17 July 2024

With the Denver Nuggets on the ropes, their home crowd seized with panic, Anthony Edwards took his time as Kentavious Caldwell-Pope — a champion and one of the league’s best on-ball defenders — shadowed his every move. With help defenders lurking, Edwards pointed for Minnesota Timberwolves teammate Karl-Anthony Towns to cross to the weak side.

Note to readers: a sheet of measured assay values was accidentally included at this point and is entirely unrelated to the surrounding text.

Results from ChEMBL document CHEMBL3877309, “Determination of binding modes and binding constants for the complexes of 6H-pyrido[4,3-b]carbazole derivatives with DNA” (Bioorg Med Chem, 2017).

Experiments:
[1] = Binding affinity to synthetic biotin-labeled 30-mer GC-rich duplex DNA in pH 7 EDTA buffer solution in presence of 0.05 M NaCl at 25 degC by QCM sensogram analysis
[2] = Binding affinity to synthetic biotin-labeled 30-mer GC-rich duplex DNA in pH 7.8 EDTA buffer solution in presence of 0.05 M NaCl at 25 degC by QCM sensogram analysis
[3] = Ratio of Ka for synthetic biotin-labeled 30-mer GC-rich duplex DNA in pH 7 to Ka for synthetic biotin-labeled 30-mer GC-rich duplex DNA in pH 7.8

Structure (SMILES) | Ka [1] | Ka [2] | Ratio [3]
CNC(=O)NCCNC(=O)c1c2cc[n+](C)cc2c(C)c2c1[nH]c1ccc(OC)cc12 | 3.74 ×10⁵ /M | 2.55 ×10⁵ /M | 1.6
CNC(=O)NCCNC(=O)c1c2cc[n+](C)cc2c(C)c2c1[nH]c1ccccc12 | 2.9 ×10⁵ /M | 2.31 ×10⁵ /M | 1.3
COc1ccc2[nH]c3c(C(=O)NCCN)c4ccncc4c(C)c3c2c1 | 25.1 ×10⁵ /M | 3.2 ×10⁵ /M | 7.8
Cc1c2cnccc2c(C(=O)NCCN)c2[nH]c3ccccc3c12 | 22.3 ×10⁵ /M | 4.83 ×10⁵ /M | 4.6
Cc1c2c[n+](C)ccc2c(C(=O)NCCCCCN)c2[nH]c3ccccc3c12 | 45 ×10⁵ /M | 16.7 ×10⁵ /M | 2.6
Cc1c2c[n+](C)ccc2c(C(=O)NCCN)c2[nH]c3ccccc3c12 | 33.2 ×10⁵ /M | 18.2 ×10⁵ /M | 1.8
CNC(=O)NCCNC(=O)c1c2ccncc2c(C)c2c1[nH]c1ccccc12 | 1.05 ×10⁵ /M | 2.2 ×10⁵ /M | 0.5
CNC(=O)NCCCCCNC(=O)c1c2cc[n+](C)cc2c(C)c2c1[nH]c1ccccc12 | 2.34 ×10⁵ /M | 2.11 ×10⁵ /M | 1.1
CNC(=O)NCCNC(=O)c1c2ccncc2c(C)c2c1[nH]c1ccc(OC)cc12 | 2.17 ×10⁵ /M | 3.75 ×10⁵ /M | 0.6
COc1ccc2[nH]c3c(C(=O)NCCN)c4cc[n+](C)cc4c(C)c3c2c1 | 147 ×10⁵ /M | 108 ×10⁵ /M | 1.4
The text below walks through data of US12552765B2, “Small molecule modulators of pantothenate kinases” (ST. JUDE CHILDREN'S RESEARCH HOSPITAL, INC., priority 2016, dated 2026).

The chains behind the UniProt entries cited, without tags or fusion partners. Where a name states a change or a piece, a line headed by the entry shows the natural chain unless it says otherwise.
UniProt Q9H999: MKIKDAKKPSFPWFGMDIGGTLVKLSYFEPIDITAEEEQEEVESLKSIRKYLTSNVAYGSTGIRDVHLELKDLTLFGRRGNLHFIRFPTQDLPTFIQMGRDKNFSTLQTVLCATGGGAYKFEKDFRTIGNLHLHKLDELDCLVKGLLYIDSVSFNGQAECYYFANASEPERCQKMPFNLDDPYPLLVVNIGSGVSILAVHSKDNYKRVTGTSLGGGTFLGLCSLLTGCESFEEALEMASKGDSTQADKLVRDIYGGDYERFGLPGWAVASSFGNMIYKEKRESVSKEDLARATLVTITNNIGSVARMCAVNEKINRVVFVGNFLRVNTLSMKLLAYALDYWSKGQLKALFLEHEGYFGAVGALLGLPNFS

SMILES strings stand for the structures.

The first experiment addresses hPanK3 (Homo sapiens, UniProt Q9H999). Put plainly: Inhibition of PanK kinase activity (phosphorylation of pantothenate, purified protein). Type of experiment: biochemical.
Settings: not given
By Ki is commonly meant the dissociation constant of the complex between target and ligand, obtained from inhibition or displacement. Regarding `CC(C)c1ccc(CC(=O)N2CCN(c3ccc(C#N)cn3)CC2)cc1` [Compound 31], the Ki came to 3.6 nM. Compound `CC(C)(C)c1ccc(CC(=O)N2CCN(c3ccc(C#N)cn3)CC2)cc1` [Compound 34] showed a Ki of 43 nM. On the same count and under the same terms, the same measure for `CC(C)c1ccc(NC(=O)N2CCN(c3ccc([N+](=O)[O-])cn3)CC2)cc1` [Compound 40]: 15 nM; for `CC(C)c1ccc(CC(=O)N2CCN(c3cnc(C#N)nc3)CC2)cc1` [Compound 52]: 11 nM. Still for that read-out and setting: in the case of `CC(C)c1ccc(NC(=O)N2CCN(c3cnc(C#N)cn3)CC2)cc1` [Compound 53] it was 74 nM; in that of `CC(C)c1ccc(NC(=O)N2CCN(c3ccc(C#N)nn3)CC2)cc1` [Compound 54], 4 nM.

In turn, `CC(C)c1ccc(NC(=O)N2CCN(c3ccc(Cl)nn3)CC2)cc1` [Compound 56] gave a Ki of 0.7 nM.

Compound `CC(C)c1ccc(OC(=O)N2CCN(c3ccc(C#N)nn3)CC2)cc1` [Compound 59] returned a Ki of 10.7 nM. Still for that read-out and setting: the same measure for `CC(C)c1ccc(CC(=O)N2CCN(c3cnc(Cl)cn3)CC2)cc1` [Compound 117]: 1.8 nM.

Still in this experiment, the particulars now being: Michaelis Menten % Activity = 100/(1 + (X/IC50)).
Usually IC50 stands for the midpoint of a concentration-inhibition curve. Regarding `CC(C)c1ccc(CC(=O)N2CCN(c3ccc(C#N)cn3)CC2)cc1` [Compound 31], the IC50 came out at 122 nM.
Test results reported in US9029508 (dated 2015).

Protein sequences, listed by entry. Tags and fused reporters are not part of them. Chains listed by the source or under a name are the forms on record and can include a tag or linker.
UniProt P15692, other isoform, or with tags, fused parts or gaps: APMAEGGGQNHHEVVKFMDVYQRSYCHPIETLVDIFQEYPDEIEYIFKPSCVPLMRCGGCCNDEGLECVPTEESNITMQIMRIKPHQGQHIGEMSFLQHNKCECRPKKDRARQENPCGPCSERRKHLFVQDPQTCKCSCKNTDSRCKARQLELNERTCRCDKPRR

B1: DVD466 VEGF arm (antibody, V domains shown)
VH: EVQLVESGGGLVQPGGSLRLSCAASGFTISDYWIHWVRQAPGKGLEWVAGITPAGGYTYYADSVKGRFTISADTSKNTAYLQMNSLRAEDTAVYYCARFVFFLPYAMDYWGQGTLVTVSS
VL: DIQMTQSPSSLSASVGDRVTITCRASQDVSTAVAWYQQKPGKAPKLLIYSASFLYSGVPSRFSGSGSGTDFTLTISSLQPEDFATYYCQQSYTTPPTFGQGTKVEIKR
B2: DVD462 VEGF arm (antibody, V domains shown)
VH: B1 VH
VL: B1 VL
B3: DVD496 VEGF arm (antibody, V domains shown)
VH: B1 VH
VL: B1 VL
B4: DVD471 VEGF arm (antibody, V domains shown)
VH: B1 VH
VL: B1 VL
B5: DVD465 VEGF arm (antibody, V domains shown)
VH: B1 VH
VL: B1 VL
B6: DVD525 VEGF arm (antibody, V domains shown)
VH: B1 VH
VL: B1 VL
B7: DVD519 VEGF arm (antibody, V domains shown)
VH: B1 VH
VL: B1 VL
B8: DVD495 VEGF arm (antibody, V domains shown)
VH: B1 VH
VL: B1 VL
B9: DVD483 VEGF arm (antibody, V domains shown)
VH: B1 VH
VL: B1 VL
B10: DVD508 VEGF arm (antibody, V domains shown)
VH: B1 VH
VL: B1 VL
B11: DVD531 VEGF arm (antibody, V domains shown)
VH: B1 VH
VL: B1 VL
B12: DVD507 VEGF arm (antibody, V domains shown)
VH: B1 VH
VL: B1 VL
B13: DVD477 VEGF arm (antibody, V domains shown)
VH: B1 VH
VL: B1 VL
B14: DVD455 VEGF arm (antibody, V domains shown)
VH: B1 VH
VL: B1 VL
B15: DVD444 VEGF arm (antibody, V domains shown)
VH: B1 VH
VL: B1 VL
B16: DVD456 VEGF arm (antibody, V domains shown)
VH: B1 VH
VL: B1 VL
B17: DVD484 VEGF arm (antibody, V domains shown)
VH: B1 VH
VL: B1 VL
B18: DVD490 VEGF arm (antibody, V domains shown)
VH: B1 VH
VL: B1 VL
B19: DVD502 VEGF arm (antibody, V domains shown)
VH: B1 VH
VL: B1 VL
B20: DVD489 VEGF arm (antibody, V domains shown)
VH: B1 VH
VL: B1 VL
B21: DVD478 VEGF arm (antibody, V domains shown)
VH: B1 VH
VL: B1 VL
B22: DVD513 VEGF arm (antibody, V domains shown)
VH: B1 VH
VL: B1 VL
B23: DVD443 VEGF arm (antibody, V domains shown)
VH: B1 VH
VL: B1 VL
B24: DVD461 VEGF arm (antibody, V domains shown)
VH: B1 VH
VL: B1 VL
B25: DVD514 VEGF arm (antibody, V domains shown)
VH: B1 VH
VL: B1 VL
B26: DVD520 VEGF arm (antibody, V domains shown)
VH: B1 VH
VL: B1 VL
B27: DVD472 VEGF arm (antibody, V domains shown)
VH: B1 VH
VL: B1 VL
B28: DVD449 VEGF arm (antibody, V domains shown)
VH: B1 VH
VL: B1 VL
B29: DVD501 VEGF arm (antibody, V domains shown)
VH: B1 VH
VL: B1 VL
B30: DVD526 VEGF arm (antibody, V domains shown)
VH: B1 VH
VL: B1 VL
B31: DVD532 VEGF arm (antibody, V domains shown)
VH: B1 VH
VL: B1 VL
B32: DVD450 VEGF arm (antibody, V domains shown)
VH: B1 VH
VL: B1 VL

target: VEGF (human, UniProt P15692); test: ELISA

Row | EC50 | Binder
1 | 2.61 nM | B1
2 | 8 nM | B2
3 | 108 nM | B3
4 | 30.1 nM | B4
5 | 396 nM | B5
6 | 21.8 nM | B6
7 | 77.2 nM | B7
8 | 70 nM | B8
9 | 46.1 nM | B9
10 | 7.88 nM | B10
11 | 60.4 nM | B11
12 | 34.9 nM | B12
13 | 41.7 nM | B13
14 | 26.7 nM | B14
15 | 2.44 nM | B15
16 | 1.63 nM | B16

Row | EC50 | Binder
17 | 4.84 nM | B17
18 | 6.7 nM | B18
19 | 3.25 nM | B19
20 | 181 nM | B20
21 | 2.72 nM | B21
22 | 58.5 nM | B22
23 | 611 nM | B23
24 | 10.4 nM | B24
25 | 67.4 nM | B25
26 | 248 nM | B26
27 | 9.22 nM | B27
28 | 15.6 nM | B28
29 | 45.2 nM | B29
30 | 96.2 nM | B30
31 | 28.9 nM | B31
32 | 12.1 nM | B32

Edwards and KCP are friends, fellow roses bloomed from the red clay of Georgia. Their closeness is the context for the scene that followed. There was 1:40 on the clock when Towns vacated. Minnesota was up nine in the fourth quarter. And Edwards was being intentional about, as he said, trying to “kill everything in front of me.” Homies included. Once he got Caldwell-Pope on his back, and room to work on the left wing, his dribble changed. It had a rhythm as he backed down the Nuggets’ best defender with baby steps. Bounce. One-two. Bounce. One-two. Bounce. One-two. But instead of the next bounce, Edwards spun back toward the baseline. His fluid pivot allowed him to lift off smoothly.


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